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LIVING IN SWITZERLAND

UPDATE: What are Switzerland’s rules for cannabis consumption?

Switzerland has a complicated set of rules for both medical and recreational cannabis consumption. Here's what you need to know.

UPDATE: What are Switzerland's rules for cannabis consumption?

Long prohibited and seen as a gateway drug with potentially dangerous impacts, countries across the globe have begun legalising cannabis in recent years. 

While the legalisation for medical use has been widespread, there have also been successful legalisation campaigns in several countries. 

The situation in Switzerland is also in flux and has been complicated by a range of recent changes.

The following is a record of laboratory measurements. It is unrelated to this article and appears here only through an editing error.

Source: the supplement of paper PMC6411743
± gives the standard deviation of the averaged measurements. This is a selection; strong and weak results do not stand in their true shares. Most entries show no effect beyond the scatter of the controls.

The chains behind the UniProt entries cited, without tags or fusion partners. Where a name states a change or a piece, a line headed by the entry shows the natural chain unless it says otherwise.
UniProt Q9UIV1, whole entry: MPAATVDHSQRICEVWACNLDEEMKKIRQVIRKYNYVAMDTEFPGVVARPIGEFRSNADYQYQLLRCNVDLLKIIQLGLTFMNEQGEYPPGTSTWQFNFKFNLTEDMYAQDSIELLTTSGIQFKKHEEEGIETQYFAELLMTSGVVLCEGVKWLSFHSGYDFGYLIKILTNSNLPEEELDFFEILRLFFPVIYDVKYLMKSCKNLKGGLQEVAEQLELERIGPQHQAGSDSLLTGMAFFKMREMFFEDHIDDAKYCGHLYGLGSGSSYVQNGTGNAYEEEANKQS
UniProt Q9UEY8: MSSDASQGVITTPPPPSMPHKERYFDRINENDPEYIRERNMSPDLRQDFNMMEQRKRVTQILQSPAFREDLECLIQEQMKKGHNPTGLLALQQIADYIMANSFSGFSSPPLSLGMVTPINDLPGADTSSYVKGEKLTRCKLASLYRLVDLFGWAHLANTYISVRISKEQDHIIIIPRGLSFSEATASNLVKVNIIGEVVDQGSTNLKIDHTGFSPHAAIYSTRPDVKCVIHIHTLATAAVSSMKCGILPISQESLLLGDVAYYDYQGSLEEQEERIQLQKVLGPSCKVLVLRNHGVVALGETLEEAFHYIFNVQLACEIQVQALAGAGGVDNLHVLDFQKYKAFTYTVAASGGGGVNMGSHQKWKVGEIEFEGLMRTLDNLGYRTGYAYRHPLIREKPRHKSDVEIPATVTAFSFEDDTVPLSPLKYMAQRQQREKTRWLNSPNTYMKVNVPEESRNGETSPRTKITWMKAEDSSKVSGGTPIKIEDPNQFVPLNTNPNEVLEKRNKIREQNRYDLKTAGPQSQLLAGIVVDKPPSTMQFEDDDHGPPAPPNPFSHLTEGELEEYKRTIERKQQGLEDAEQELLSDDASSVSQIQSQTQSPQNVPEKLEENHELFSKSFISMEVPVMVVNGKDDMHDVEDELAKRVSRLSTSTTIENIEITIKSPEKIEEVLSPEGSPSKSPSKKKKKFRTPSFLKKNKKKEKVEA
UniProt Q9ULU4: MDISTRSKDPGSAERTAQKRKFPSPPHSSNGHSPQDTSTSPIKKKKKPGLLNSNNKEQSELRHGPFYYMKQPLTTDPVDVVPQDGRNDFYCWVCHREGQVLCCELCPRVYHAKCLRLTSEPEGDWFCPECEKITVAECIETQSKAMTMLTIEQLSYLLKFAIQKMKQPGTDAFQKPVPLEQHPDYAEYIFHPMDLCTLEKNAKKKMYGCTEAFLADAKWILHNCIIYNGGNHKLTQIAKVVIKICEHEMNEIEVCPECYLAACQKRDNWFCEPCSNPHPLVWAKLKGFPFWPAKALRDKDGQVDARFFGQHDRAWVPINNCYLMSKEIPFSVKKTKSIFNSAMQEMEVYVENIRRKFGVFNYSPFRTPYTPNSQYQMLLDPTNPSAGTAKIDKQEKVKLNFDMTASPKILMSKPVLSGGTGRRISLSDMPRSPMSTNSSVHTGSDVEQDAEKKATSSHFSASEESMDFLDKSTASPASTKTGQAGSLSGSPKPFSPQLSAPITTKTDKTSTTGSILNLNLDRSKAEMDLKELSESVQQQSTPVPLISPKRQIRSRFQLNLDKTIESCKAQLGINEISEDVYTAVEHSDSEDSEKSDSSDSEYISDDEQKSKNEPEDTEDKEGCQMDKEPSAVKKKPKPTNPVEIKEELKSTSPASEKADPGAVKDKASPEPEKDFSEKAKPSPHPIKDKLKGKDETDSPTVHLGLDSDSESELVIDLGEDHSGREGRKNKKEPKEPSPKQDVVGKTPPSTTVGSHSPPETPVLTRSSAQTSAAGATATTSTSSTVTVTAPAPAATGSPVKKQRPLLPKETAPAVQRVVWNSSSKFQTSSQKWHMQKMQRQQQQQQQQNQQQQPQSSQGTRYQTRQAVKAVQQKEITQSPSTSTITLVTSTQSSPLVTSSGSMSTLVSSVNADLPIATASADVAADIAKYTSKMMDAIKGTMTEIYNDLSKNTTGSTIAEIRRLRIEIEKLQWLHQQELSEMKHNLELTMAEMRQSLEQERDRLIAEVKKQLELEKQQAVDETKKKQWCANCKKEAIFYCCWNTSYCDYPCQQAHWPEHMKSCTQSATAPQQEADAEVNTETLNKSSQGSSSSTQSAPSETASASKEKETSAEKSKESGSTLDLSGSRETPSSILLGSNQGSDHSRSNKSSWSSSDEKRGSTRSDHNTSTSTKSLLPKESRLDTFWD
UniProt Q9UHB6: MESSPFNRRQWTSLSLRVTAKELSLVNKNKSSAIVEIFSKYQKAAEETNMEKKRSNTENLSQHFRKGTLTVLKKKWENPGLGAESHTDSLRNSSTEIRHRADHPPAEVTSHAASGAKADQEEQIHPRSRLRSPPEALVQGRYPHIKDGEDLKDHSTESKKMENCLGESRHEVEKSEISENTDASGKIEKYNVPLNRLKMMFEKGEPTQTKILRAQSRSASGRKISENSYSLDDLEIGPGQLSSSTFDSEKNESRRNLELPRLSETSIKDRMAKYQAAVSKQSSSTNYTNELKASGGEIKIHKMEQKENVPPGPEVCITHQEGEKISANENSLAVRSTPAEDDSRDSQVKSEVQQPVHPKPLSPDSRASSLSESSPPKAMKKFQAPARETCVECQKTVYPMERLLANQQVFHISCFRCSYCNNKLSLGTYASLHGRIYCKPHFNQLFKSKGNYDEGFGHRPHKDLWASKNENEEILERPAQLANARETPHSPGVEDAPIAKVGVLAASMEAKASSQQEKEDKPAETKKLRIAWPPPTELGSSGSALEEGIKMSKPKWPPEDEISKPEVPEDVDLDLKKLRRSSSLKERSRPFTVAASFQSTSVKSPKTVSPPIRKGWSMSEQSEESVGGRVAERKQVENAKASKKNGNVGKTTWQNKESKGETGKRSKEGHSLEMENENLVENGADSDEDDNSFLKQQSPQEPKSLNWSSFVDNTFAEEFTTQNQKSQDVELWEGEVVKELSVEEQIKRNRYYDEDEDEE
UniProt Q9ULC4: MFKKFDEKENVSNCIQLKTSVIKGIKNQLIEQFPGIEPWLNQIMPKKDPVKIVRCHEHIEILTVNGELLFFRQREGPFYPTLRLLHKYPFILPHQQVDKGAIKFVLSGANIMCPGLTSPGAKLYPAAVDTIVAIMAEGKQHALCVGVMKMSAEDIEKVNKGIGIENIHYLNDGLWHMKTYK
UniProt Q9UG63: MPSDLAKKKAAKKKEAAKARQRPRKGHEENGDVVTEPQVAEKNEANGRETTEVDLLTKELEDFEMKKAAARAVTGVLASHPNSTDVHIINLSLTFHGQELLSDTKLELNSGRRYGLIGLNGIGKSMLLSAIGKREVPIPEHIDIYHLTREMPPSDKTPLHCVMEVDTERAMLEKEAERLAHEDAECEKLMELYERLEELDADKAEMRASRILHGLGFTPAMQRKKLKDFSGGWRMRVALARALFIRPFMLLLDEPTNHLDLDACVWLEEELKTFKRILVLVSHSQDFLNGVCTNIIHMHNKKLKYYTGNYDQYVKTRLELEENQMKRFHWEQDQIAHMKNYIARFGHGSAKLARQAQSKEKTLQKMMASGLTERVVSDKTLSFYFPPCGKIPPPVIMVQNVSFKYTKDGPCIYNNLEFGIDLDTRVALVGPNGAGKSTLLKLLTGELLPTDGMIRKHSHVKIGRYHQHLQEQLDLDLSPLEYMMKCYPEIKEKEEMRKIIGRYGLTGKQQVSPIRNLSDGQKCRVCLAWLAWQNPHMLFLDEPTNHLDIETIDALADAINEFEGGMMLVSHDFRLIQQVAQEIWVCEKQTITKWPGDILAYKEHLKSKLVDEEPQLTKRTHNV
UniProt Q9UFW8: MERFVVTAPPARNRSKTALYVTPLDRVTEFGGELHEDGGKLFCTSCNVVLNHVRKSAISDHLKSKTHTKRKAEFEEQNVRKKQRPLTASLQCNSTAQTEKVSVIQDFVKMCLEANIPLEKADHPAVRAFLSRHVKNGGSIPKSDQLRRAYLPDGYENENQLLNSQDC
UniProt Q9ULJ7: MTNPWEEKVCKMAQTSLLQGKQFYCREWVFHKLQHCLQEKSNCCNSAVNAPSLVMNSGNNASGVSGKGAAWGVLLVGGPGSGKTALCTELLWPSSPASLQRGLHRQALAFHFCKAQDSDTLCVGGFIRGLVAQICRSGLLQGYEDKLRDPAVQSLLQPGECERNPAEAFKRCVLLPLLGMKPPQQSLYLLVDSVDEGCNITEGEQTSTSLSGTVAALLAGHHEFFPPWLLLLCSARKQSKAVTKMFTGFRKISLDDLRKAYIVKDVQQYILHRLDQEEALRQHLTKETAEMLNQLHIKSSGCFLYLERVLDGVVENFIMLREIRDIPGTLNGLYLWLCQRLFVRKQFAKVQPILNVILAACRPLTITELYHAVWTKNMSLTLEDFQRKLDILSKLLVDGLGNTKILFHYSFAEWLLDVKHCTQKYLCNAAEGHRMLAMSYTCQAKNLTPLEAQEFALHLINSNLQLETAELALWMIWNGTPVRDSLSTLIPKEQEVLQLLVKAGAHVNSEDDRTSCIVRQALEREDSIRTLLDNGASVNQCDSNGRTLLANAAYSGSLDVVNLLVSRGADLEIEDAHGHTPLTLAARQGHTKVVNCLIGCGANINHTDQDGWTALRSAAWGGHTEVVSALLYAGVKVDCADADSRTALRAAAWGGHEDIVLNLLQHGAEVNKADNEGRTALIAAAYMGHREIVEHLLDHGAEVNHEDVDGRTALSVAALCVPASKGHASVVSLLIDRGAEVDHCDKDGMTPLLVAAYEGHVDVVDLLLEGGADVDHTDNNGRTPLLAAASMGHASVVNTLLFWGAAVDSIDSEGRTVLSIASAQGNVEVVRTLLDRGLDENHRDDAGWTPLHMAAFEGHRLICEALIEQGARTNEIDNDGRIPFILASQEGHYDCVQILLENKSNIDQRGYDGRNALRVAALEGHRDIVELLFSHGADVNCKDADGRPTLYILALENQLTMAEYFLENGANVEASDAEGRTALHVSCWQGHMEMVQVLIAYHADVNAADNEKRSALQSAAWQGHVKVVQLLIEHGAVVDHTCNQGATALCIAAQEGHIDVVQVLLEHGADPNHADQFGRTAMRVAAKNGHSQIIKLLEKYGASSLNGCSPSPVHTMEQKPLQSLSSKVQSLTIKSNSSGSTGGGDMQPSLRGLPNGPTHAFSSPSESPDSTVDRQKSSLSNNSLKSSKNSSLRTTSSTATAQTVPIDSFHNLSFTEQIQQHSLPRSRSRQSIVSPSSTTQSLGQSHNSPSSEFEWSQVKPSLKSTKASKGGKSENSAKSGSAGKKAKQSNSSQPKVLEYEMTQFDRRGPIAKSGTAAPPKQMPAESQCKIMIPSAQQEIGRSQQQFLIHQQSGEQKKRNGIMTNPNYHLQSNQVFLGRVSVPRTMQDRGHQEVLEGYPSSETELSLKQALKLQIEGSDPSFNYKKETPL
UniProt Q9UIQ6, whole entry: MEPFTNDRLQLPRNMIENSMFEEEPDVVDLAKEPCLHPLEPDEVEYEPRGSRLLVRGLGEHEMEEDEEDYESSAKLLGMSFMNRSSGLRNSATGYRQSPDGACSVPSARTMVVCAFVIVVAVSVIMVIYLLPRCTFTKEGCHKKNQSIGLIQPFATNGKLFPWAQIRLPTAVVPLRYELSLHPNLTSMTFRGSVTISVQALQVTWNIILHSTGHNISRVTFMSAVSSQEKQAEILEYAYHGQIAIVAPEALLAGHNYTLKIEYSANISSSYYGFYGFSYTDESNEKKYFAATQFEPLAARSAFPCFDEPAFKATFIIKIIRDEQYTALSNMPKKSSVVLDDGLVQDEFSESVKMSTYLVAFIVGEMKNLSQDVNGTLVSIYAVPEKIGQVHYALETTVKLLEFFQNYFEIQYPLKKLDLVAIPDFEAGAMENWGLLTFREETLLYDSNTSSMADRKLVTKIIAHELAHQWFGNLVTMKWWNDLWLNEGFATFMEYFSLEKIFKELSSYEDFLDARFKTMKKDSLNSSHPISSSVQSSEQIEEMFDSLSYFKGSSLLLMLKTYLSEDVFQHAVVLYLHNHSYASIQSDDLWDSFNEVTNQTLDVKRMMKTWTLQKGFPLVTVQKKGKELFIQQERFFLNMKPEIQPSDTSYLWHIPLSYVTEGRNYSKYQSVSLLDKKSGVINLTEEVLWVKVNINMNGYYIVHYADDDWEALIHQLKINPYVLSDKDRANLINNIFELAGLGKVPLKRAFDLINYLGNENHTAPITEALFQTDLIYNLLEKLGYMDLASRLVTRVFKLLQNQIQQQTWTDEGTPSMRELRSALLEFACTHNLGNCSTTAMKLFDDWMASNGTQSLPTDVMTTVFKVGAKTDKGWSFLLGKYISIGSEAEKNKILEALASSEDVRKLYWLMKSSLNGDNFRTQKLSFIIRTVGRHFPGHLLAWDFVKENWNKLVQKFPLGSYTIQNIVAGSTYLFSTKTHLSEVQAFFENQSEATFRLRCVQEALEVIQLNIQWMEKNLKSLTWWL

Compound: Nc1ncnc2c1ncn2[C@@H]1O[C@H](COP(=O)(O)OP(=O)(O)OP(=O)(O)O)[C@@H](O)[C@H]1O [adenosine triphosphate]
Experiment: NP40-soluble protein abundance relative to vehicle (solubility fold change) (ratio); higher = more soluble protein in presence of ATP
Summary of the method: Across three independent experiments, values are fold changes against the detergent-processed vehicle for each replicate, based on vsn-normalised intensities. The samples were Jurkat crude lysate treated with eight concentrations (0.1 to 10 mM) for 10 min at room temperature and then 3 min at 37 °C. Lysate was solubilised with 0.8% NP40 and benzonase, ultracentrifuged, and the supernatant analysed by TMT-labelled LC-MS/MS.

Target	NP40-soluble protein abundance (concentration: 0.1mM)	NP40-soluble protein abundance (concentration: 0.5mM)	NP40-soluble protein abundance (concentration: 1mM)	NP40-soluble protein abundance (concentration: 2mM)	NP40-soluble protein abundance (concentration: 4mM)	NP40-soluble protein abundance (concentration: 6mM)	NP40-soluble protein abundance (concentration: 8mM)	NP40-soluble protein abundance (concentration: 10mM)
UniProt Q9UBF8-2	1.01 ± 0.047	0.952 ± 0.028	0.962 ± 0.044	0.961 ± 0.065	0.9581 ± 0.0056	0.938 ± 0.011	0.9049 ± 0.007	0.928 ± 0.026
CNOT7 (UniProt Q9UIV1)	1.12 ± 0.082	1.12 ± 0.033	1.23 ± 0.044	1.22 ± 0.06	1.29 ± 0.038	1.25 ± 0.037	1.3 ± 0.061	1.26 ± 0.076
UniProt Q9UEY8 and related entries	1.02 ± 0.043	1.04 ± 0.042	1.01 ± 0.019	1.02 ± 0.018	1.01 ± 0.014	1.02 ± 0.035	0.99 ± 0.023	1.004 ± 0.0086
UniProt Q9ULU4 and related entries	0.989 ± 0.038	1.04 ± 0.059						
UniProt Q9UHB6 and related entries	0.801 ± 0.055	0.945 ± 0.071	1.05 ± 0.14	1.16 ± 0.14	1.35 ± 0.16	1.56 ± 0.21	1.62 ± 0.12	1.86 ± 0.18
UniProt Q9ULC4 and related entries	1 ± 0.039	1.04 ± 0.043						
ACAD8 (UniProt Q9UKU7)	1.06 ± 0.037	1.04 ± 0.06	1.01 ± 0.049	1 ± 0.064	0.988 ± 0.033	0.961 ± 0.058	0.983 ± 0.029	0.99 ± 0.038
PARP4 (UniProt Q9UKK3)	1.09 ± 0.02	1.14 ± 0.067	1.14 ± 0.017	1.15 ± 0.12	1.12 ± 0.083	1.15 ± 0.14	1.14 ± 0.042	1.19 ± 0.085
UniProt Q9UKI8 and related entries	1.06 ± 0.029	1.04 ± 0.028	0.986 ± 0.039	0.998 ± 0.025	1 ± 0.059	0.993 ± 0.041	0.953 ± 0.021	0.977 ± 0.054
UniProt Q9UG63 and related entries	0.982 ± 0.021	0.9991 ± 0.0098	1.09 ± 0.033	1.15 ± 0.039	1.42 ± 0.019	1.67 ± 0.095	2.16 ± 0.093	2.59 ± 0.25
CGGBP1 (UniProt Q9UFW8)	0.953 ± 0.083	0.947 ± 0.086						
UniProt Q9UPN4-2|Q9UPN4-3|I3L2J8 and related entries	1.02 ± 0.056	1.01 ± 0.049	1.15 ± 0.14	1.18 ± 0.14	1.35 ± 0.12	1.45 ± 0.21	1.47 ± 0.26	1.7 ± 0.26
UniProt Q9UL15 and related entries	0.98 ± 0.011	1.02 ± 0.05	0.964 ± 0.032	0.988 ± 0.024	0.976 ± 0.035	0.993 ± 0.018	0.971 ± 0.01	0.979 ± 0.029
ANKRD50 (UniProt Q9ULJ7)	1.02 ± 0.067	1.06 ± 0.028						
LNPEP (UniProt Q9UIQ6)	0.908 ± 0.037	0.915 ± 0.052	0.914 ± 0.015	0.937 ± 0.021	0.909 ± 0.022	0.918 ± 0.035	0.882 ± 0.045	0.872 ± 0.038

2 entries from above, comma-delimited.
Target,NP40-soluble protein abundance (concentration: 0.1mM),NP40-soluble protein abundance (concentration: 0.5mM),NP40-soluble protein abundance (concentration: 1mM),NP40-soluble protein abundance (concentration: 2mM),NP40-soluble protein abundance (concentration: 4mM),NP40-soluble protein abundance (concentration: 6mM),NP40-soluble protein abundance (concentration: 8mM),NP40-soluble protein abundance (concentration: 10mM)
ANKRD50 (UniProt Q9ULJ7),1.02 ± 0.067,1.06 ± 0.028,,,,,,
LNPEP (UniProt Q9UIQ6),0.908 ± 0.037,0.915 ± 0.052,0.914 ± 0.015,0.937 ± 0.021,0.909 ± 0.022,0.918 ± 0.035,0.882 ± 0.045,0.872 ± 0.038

Whether referred to as cannabis, marijuana or hemp, Switzerland’s Narcotics Act qualifies it as “a psychoactive substance”, with tetrahydrocannabinol (THC) being its most intoxicating ingredient.

The law specifies that “only THC is controlled under the Narcotics Act. Other active substances like cannabidiol (CBD) are not subject to the Narcotics Act as they do not have comparable psychoactive effects”.

Here’s what you need to know. 

Switzerland has legalised medical marijuana 

As of August 1st, the use of cannabis for medical purposes will be allowed in Switzerland

Patients who are medically prescribed the drug will no longer need to seek exceptional permission from the health ministry, as was the case prior to August 1st. 

Demand for cannabis-based treatments has risen sharply, with the health ministry issuing 3,000 exceptional authorisations in 2019.